I was thinking how old-fashioned the word mulatto seemed. According to Phil Herbst's The Color of Words: An Encyclopedic Dictionary of Ethnic Bias in the United States (the book that got me started on this blog; see early entries if you're interested in the origins), the word comes from the Latin mulus, a "mule" or hybrid. "In early ethnic discourse," he says, "the term loosely meant a person of mixed descent, especially someone half African, or someone half Native American and half black, but typically now and almost always white and black." As with many of the entries in Phil's book, the discussion is extended, and extremely thoughtful (honestly, it's an amazing resource), but I will not present the whole thing here.
The reason I was thinking about this at all was a recent article in the New York Times about young people who identify as mixed race, noting that the percentage has gone up. As the article notes,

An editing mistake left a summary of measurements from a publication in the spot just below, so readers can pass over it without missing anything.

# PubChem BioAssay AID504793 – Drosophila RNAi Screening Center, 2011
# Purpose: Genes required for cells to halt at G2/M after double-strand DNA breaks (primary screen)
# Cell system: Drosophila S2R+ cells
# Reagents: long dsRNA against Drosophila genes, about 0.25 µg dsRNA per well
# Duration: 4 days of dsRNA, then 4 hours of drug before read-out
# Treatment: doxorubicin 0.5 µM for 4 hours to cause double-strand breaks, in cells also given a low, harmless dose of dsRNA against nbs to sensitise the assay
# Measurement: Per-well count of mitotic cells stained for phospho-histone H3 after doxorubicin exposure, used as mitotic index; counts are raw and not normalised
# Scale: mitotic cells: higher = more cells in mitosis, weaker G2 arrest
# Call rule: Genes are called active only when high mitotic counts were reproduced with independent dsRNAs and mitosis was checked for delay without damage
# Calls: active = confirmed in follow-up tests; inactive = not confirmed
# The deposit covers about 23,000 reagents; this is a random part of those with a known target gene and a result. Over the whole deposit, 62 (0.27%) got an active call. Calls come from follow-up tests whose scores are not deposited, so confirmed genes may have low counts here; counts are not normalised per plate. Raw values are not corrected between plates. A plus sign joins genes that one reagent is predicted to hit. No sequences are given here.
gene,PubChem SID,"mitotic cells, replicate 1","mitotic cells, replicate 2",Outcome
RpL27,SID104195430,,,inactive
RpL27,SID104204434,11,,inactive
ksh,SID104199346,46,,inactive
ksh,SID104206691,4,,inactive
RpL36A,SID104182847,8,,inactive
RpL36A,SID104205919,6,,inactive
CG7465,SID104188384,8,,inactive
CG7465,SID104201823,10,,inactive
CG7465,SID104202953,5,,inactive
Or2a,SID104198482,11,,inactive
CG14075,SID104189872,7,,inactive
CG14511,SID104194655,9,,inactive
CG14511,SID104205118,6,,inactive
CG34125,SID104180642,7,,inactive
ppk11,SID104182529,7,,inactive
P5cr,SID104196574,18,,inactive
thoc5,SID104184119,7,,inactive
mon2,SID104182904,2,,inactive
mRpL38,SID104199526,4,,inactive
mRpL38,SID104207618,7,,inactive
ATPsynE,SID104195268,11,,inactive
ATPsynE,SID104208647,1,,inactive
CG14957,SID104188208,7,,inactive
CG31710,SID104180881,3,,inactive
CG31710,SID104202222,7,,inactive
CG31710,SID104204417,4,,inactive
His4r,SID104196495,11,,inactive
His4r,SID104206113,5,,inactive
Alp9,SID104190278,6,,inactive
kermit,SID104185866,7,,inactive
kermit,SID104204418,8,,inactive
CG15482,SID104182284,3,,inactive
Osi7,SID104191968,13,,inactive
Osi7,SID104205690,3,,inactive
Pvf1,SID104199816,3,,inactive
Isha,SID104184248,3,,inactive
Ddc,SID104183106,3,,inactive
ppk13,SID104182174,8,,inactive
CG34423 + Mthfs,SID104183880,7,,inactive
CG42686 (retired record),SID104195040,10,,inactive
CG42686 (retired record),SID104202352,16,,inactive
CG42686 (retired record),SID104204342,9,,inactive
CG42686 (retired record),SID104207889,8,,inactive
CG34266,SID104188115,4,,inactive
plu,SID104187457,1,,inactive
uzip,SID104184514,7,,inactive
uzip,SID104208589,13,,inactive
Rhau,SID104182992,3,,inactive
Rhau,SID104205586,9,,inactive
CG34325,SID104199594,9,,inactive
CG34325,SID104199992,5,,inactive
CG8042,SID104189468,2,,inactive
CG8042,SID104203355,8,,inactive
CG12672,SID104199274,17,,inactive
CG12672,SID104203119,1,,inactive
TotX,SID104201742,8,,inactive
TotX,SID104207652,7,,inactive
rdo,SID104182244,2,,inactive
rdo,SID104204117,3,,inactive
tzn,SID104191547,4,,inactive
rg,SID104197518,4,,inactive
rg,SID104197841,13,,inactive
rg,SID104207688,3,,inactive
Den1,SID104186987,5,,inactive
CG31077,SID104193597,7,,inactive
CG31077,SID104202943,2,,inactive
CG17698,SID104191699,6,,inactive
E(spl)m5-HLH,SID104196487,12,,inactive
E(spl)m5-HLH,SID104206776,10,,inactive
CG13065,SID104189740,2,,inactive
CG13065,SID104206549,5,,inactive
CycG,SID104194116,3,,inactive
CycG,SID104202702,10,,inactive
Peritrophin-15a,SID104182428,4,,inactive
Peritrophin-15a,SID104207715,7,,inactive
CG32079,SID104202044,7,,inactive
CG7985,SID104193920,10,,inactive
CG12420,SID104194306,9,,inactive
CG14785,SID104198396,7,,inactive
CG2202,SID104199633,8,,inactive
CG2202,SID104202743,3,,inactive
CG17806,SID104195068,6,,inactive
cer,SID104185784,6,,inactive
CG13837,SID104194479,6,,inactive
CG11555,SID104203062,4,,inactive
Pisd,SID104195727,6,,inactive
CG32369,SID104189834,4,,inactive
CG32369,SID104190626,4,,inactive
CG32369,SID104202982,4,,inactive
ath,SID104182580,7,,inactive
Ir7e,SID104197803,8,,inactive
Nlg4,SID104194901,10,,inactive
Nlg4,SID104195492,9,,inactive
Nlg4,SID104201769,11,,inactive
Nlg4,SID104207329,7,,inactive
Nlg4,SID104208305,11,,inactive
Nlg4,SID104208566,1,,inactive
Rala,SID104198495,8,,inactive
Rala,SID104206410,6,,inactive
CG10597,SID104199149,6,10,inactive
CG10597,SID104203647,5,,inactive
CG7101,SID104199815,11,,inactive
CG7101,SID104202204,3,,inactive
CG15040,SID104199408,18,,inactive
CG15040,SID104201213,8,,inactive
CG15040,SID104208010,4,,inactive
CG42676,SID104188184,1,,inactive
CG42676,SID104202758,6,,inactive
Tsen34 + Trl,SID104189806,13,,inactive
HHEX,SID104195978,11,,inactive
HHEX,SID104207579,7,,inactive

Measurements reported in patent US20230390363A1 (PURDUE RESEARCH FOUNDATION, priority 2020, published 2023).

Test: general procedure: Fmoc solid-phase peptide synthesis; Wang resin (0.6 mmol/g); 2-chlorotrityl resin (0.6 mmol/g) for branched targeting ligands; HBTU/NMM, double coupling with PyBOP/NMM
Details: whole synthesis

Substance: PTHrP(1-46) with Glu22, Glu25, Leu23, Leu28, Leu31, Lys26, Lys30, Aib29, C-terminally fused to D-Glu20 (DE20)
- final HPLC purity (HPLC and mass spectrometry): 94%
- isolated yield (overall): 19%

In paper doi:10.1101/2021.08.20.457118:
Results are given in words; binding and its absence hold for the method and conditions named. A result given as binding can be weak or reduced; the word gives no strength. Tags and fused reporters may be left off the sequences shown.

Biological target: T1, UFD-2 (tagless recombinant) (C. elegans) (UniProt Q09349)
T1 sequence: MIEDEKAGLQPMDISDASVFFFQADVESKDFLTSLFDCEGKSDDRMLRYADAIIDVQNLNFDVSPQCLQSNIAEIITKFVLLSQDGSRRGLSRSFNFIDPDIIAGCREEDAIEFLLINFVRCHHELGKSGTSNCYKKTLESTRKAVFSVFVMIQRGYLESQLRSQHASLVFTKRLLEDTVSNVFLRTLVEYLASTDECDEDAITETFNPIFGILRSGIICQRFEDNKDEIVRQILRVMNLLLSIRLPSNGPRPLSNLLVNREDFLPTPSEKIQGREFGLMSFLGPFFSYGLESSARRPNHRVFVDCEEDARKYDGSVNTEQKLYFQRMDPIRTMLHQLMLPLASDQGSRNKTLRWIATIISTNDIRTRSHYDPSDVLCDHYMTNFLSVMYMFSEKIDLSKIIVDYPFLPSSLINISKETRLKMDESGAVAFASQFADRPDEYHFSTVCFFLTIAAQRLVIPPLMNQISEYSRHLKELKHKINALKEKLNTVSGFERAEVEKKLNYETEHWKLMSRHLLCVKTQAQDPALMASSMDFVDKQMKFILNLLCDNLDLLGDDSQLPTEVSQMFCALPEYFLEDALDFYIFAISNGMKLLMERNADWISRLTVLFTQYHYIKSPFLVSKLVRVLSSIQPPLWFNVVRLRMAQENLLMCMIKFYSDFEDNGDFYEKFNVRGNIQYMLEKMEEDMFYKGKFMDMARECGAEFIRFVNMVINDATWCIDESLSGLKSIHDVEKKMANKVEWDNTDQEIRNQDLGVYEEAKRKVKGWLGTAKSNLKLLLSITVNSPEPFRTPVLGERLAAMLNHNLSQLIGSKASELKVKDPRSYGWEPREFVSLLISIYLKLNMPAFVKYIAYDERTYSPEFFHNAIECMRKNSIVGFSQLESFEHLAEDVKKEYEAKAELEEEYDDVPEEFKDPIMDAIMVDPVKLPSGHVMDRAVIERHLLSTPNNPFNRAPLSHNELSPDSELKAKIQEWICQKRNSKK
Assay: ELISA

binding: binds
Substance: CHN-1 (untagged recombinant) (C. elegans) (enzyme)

Many young adults of mixed backgrounds are rejecting the color lines that have defined Americans for generations in favor of a much more fluid sense of identity. Ask Michelle López-Mullins, a 20-year-old junior and the president of the Multiracial and Biracial Student Association, how she marks her race on forms like the census, and she says, “It depends on the day, and it depends on the options.”This seems to me to be a good thing. Anytime I have an opportunity to resist or overcome or see beyond categories that have been externally invented, I feel that I grow as a human being. I actually do feel my mind expanding. So, one young woman describes herself as Japanese and Irish. A young man, as African-American-Portuguese-Haitian. Another as Ghanaian/Scottish-Norwegian. One as Japanese/Spanish. One as Black/German. You get the picture. These are complex human combinations that I for one might not have ever before imagined. Because of the human genome project and the ability to identify genetic ancestry, we now know (or can know) far more about our hybrid ancestries. Which brings me back to where I began
“Are you mulatto?” asked Paul Skym, another student [mentioned in the Times article], using a word once tinged with shame that is enjoying a comeback in some young circles.